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Garland students highlighted in local paper

Mindy Le and Jessica Santibanez are serious when it comes to teen safe driving. Both serve on their schools Teens in the Driver Seat program and both are on the Teen Advisory Board. Recently they were also both highlighted in the NeighborsGo section of the Dallas Morning News. Jessica is also Teen of the Month for September, 2011.

Here is the article, in its entirety.

High school students promote safe driving

By Macrus Murphee

High school students Mindy Le and Jessica Santibanez take their time behind the wheel and the passenger seat very seriously.

Le and Santibanez use their classroom leadership to help influence other young people in Garland, through the Garland Youth Council, and help change lives of young drivers through their involvement with Teens in the Driver Seat. Both students have been in TDS for one year.

Read more about what these two young leaders have to say about promoting automobile safety among their peers.

See the Garland Youth Council and Teens in the Driver Seat pedal car at their special set up in the Special Events Center lot.

Mindy LeMindy Le, Garland High, Junior

What made you decide to become part of Teens in the Driver Seat?

Although, I am not a licensed driver yet, I am still affected by other drivers. As a passenger, my life is in the hands of the driver, so I wanted a way to help fellow passengers know they have the power to influence the driver in making safe decisions while driving. Teens in the Driver Seat promotes driving safety, so not only the driver can be safe, but passengers too. This is why I value the fact that TDS not only has a high school program, but also for Junior High.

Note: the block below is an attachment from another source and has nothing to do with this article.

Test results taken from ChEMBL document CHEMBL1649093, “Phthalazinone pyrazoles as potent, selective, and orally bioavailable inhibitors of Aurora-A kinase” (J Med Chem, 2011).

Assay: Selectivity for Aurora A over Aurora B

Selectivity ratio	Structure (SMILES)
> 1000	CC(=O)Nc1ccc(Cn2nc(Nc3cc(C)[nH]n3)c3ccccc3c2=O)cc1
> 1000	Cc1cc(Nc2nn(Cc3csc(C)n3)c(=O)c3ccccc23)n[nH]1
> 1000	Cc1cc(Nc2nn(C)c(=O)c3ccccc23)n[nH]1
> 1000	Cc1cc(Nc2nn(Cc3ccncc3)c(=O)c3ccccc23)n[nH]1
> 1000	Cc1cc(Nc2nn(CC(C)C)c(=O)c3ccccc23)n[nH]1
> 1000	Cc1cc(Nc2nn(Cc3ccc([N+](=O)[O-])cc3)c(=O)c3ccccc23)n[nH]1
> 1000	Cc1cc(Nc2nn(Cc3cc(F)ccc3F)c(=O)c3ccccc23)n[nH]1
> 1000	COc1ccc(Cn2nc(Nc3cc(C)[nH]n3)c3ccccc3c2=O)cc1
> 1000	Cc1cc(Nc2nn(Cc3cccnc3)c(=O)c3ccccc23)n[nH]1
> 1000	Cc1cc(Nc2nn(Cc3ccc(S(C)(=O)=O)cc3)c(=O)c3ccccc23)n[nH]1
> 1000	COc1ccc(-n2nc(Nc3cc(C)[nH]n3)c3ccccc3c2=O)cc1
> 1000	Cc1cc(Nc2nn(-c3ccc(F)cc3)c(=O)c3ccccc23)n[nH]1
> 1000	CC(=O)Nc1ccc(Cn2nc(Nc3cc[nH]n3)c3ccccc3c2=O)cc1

What is the biggest impact TDS has made for your personally?

TDS has helped me understand that driving is a privilege that should be respected, because there are many causes to car crashes, one of them is being a distracted driver. It has also helped me take driving school very seriously because of my involvement with the organization.

What advice would you give to first time, teenage drivers?

Since, I am a teenager learning to drive, I would say, don’t be afraid to ask your parents or driving instructor any questions about driving, because they’re going to be driving on the same street as you one day. They would rather not get hit by you because of a question you were too nervous to ask and you left unanswered. Learning how to drive is like learning any other subject you have at school, except you’re risking the lives of others.

What is the best advice you have ever received?

Live life to the fullest. Do what you need to do, to make sure that happens, including not getting into a car with someone who shouldn’t be driving.

Jessica SantibanezJessica Santibanez, Naaman Forest, Senior

What made you decide to become a part of Teens in the Driver Seat?

I’ve been involved with my school’s student council and Light Brigade program since my freshman year. My junior year I decided to apply for the Garland Youth Council and made it. Ms. [Dorothy] White sent us an email about applying to the Teens in the Driver Seat Advisory Board and I became really interested, because this is a big issue with teenagers in our society today.

What is the biggest impact TDS has made for you personally?

TDS has opened my eyes and my heart. It may seem easy to just grab your phone and read a “What’s Up?” text. In reality, this text isn’t worth your life. Not only will it affect you, but your family and friends.

What advice would you give to first time, teenage drivers?

When I began to drive, I was a little nervous. I feel that each time I drive, I hold a huge responsibility, especially if I have others in the car with me. Let your friends know that you care about them and make them buckle up because you want them to be safe. Also, don’t think it isn’t possible and say “that will never happen to me.” Don’t be scared, just have fun, but be safe all the time.

When you see someone texting while driving, what do you tell them?

“Put your phone up! Now!” My friends always laugh at me because they know I’m involved with TDS and a safety geek. They laugh, but they will put it up because they know that it’s dangerous. However, my close friends are cautious and have overcome their texting and driving habit.

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